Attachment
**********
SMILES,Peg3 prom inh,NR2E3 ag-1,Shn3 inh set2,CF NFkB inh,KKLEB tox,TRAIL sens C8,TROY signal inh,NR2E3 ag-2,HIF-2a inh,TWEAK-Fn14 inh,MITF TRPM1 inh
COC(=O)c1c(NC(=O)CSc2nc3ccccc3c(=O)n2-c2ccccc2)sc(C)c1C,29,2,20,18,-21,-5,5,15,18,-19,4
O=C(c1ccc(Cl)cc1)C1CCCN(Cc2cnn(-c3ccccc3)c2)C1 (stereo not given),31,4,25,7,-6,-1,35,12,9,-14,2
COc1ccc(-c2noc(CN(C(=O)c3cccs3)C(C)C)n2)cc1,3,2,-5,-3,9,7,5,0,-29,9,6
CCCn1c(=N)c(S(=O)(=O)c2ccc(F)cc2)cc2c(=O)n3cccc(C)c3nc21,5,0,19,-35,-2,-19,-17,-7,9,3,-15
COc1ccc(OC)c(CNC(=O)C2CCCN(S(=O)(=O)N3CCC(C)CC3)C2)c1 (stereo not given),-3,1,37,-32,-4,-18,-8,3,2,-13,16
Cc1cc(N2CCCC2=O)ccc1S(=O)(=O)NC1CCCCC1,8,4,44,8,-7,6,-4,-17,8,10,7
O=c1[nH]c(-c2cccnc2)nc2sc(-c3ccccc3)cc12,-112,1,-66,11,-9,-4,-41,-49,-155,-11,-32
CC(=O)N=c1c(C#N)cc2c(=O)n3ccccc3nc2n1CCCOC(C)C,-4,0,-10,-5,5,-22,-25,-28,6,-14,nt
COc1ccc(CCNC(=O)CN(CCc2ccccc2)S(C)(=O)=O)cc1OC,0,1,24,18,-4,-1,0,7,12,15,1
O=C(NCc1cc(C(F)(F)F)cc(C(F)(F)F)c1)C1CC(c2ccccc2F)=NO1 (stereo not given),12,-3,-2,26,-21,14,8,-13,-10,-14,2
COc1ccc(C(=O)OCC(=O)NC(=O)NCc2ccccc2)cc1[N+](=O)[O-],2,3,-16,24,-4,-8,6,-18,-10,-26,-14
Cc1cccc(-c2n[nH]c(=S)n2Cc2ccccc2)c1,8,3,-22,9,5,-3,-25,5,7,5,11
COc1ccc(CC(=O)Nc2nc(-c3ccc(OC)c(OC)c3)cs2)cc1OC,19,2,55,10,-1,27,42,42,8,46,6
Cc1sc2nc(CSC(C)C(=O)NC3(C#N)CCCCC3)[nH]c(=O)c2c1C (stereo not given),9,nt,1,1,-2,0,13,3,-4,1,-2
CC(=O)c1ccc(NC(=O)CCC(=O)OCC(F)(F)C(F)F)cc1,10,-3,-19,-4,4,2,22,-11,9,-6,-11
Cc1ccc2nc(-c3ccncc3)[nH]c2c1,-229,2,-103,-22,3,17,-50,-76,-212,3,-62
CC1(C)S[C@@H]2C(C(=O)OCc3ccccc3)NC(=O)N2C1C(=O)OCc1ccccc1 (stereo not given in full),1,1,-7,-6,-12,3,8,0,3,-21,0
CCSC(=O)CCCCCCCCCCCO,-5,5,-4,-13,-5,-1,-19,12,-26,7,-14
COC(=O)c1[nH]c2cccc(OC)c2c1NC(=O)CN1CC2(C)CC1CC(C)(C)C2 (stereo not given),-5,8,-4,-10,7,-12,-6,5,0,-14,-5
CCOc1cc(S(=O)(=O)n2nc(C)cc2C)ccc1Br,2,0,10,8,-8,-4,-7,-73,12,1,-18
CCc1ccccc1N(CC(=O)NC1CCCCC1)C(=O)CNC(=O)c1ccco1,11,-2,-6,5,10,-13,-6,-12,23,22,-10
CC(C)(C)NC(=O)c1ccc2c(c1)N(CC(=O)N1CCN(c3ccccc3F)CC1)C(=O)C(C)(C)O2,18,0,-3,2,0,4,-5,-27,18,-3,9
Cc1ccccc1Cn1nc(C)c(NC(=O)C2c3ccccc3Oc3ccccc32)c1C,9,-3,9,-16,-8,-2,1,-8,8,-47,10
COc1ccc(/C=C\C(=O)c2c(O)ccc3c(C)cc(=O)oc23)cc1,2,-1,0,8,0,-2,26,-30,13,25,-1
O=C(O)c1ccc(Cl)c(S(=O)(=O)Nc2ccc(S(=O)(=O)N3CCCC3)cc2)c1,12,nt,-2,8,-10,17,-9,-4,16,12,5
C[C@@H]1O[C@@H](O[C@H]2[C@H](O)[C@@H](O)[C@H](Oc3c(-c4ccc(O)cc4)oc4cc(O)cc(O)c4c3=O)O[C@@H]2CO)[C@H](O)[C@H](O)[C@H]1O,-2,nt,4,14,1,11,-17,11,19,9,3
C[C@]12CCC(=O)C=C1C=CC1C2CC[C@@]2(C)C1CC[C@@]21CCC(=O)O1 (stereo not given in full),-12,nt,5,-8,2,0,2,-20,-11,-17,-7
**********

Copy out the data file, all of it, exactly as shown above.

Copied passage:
SMILES,Peg3 prom inh,NR2E3 ag-1,Shn3 inh set2,CF NFkB inh,KKLEB tox,TRAIL sens C8,TROY signal inh,NR2E3 ag-2,HIF-2a inh,TWEAK-Fn14 inh,MITF TRPM1 inh
COC(=O)c1c(NC(=O)CSc2nc3ccccc3c(=O)n2-c2ccccc2)sc(C)c1C,29,2,20,18,-21,-5,5,15,18,-19,4
O=C(c1ccc(Cl)cc1)C1CCCN(Cc2cnn(-c3ccccc3)c2)C1 (stereo not given),31,4,25,7,-6,-1,35,12,9,-14,2
COc1ccc(-c2noc(CN(C(=O)c3cccs3)C(C)C)n2)cc1,3,2,-5,-3,9,7,5,0,-29,9,6
CCCn1c(=N)c(S(=O)(=O)c2ccc(F)cc2)cc2c(=O)n3cccc(C)c3nc21,5,0,19,-35,-2,-19,-17,-7,9,3,-15
COc1ccc(OC)c(CNC(=O)C2CCCN(S(=O)(=O)N3CCC(C)CC3)C2)c1 (stereo not given),-3,1,37,-32,-4,-18,-8,3,2,-13,16
Cc1cc(N2CCCC2=O)ccc1S(=O)(=O)NC1CCCCC1,8,4,44,8,-7,6,-4,-17,8,10,7
O=c1[nH]c(-c2cccnc2)nc2sc(-c3ccccc3)cc12,-112,1,-66,11,-9,-4,-41,-49,-155,-11,-32
CC(=O)N=c1c(C#N)cc2c(=O)n3ccccc3nc2n1CCCOC(C)C,-4,0,-10,-5,5,-22,-25,-28,6,-14,nt
COc1ccc(CCNC(=O)CN(CCc2ccccc2)S(C)(=O)=O)cc1OC,0,1,24,18,-4,-1,0,7,12,15,1
O=C(NCc1cc(C(F)(F)F)cc(C(F)(F)F)c1)C1CC(c2ccccc2F)=NO1 (stereo not given),12,-3,-2,26,-21,14,8,-13,-10,-14,2
COc1ccc(C(=O)OCC(=O)NC(=O)NCc2ccccc2)cc1[N+](=O)[O-],2,3,-16,24,-4,-8,6,-18,-10,-26,-14
Cc1cccc(-c2n[nH]c(=S)n2Cc2ccccc2)c1,8,3,-22,9,5,-3,-25,5,7,5,11
COc1ccc(CC(=O)Nc2nc(-c3ccc(OC)c(OC)c3)cs2)cc1OC,19,2,55,10,-1,27,42,42,8,46,6
Cc1sc2nc(CSC(C)C(=O)NC3(C#N)CCCCC3)[nH]c(=O)c2c1C (stereo not given),9,nt,1,1,-2,0,13,3,-4,1,-2
CC(=O)c1ccc(NC(=O)CCC(=O)OCC(F)(F)C(F)F)cc1,10,-3,-19,-4,4,2,22,-11,9,-6,-11
Cc1ccc2nc(-c3ccncc3)[nH]c2c1,-229,2,-103,-22,3,17,-50,-76,-212,3,-62
CC1(C)S[C@@H]2C(C(=O)OCc3ccccc3)NC(=O)N2C1C(=O)OCc1ccccc1 (stereo not given in full),1,1,-7,-6,-12,3,8,0,3,-21,0
CCSC(=O)CCCCCCCCCCCO,-5,5,-4,-13,-5,-1,-19,12,-26,7,-14
COC(=O)c1[nH]c2cccc(OC)c2c1NC(=O)CN1CC2(C)CC1CC(C)(C)C2 (stereo not given),-5,8,-4,-10,7,-12,-6,5,0,-14,-5
CCOc1cc(S(=O)(=O)n2nc(C)cc2C)ccc1Br,2,0,10,8,-8,-4,-7,-73,12,1,-18
CCc1ccccc1N(CC(=O)NC1CCCCC1)C(=O)CNC(=O)c1ccco1,11,-2,-6,5,10,-13,-6,-12,23,22,-10
CC(C)(C)NC(=O)c1ccc2c(c1)N(CC(=O)N1CCN(c3ccccc3F)CC1)C(=O)C(C)(C)O2,18,0,-3,2,0,4,-5,-27,18,-3,9
Cc1ccccc1Cn1nc(C)c(NC(=O)C2c3ccccc3Oc3ccccc32)c1C,9,-3,9,-16,-8,-2,1,-8,8,-47,10
COc1ccc(/C=C\C(=O)c2c(O)ccc3c(C)cc(=O)oc23)cc1,2,-1,0,8,0,-2,26,-30,13,25,-1
O=C(O)c1ccc(Cl)c(S(=O)(=O)Nc2ccc(S(=O)(=O)N3CCCC3)cc2)c1,12,nt,-2,8,-10,17,-9,-4,16,12,5
C[C@@H]1O[C@@H](O[C@H]2[C@H](O)[C@@H](O)[C@H](Oc3c(-c4ccc(O)cc4)oc4cc(O)cc(O)c4c3=O)O[C@@H]2CO)[C@H](O)[C@H](O)[C@H]1O,-2,nt,4,14,1,11,-17,11,19,9,3
C[C@]12CCC(=O)C=C1C=CC1C2CC[C@@]2(C)C1CC[C@@]21CCC(=O)O1 (stereo not given in full),-12,nt,5,-8,2,0,2,-20,-11,-17,-7